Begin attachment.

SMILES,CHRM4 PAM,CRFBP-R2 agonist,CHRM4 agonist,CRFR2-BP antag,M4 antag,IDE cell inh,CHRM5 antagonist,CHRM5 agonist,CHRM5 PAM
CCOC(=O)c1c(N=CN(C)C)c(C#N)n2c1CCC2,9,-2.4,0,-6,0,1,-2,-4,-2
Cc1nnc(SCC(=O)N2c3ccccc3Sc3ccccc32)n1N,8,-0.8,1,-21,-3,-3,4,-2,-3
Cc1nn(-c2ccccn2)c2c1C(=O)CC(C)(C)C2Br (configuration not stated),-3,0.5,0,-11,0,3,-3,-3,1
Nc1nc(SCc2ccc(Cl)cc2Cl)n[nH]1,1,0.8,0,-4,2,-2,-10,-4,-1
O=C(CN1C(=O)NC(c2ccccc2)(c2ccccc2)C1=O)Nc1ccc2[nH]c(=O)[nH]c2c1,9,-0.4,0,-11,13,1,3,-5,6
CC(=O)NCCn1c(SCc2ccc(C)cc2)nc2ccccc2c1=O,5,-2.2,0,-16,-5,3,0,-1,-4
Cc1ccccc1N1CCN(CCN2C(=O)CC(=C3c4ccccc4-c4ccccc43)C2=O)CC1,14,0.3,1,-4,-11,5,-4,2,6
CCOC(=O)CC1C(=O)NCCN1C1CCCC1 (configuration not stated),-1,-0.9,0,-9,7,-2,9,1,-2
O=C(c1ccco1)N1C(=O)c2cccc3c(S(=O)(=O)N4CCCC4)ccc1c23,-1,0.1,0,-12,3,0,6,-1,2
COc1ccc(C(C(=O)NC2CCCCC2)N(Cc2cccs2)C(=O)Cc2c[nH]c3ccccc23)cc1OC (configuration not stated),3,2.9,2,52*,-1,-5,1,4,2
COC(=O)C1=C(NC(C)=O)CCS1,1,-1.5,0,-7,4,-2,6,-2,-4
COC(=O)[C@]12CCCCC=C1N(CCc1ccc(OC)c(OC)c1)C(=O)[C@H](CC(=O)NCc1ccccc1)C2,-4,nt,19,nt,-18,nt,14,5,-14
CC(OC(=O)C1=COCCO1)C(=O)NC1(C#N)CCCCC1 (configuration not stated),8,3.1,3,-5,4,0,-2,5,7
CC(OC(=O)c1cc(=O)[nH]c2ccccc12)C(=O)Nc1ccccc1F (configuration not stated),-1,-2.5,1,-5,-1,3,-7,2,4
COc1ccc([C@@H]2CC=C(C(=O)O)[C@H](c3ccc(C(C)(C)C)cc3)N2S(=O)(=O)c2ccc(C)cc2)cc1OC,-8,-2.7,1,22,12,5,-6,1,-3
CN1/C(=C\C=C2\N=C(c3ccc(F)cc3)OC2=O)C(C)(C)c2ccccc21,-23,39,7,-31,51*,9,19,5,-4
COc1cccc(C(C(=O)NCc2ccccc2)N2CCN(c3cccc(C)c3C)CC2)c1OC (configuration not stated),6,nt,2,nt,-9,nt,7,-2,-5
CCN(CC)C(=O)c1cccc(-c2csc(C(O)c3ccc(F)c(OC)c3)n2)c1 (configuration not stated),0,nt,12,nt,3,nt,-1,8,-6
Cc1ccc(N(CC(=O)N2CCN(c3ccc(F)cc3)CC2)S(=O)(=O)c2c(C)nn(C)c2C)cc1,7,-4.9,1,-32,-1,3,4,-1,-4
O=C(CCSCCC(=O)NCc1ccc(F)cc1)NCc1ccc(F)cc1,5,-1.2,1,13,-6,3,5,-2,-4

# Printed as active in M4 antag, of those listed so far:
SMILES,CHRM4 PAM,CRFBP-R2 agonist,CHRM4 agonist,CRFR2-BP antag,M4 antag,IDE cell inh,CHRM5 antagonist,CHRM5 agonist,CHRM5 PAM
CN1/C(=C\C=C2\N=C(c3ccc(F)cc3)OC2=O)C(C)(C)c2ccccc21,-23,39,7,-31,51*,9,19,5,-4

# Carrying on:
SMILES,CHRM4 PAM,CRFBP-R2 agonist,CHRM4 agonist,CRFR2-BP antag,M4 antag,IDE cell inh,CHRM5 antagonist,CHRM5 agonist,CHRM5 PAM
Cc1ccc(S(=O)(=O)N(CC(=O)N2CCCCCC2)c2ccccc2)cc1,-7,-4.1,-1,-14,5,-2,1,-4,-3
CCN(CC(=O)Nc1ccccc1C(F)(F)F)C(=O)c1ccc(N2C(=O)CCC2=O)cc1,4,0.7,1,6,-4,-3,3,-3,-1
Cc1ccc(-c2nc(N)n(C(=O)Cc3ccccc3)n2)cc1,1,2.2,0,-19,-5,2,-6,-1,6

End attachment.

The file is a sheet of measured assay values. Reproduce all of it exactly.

SMILES,CHRM4 PAM,CRFBP-R2 agonist,CHRM4 agonist,CRFR2-BP antag,M4 antag,IDE cell inh,CHRM5 antagonist,CHRM5 agonist,CHRM5 PAM
CCOC(=O)c1c(N=CN(C)C)c(C#N)n2c1CCC2,9,-2.4,0,-6,0,1,-2,-4,-2
Cc1nnc(SCC(=O)N2c3ccccc3Sc3ccccc32)n1N,8,-0.8,1,-21,-3,-3,4,-2,-3
Cc1nn(-c2ccccn2)c2c1C(=O)CC(C)(C)C2Br (configuration not stated),-3,0.5,0,-11,0,3,-3,-3,1
Nc1nc(SCc2ccc(Cl)cc2Cl)n[nH]1,1,0.8,0,-4,2,-2,-10,-4,-1
O=C(CN1C(=O)NC(c2ccccc2)(c2ccccc2)C1=O)Nc1ccc2[nH]c(=O)[nH]c2c1,9,-0.4,0,-11,13,1,3,-5,6
CC(=O)NCCn1c(SCc2ccc(C)cc2)nc2ccccc2c1=O,5,-2.2,0,-16,-5,3,0,-1,-4
Cc1ccccc1N1CCN(CCN2C(=O)CC(=C3c4ccccc4-c4ccccc43)C2=O)CC1,14,0.3,1,-4,-11,5,-4,2,6
CCOC(=O)CC1C(=O)NCCN1C1CCCC1 (configuration not stated),-1,-0.9,0,-9,7,-2,9,1,-2
O=C(c1ccco1)N1C(=O)c2cccc3c(S(=O)(=O)N4CCCC4)ccc1c23,-1,0.1,0,-12,3,0,6,-1,2
COc1ccc(C(C(=O)NC2CCCCC2)N(Cc2cccs2)C(=O)Cc2c[nH]c3ccccc23)cc1OC (configuration not stated),3,2.9,2,52*,-1,-5,1,4,2
COC(=O)C1=C(NC(C)=O)CCS1,1,-1.5,0,-7,4,-2,6,-2,-4
COC(=O)[C@]12CCCCC=C1N(CCc1ccc(OC)c(OC)c1)C(=O)[C@H](CC(=O)NCc1ccccc1)C2,-4,nt,19,nt,-18,nt,14,5,-14
CC(OC(=O)C1=COCCO1)C(=O)NC1(C#N)CCCCC1 (configuration not stated),8,3.1,3,-5,4,0,-2,5,7
CC(OC(=O)c1cc(=O)[nH]c2ccccc12)C(=O)Nc1ccccc1F (configuration not stated),-1,-2.5,1,-5,-1,3,-7,2,4
COc1ccc([C@@H]2CC=C(C(=O)O)[C@H](c3ccc(C(C)(C)C)cc3)N2S(=O)(=O)c2ccc(C)cc2)cc1OC,-8,-2.7,1,22,12,5,-6,1,-3
CN1/C(=C\C=C2\N=C(c3ccc(F)cc3)OC2=O)C(C)(C)c2ccccc21,-23,39,7,-31,51*,9,19,5,-4
COc1cccc(C(C(=O)NCc2ccccc2)N2CCN(c3cccc(C)c3C)CC2)c1OC (configuration not stated),6,nt,2,nt,-9,nt,7,-2,-5
CCN(CC)C(=O)c1cccc(-c2csc(C(O)c3ccc(F)c(OC)c3)n2)c1 (configuration not stated),0,nt,12,nt,3,nt,-1,8,-6
Cc1ccc(N(CC(=O)N2CCN(c3ccc(F)cc3)CC2)S(=O)(=O)c2c(C)nn(C)c2C)cc1,7,-4.9,1,-32,-1,3,4,-1,-4
O=C(CCSCCC(=O)NCc1ccc(F)cc1)NCc1ccc(F)cc1,5,-1.2,1,13,-6,3,5,-2,-4

# Printed as active in M4 antag, of those listed so far:
SMILES,CHRM4 PAM,CRFBP-R2 agonist,CHRM4 agonist,CRFR2-BP antag,M4 antag,IDE cell inh,CHRM5 antagonist,CHRM5 agonist,CHRM5 PAM
CN1/C(=C\C=C2\N=C(c3ccc(F)cc3)OC2=O)C(C)(C)c2ccccc21,-23,39,7,-31,51*,9,19,5,-4

# Carrying on:
SMILES,CHRM4 PAM,CRFBP-R2 agonist,CHRM4 agonist,CRFR2-BP antag,M4 antag,IDE cell inh,CHRM5 antagonist,CHRM5 agonist,CHRM5 PAM
Cc1ccc(S(=O)(=O)N(CC(=O)N2CCCCCC2)c2ccccc2)cc1,-7,-4.1,-1,-14,5,-2,1,-4,-3
CCN(CC(=O)Nc1ccccc1C(F)(F)F)C(=O)c1ccc(N2C(=O)CCC2=O)cc1,4,0.7,1,6,-4,-3,3,-3,-1
Cc1ccc(-c2nc(N)n(C(=O)Cc3ccccc3)n2)cc1,1,2.2,0,-19,-5,2,-6,-1,6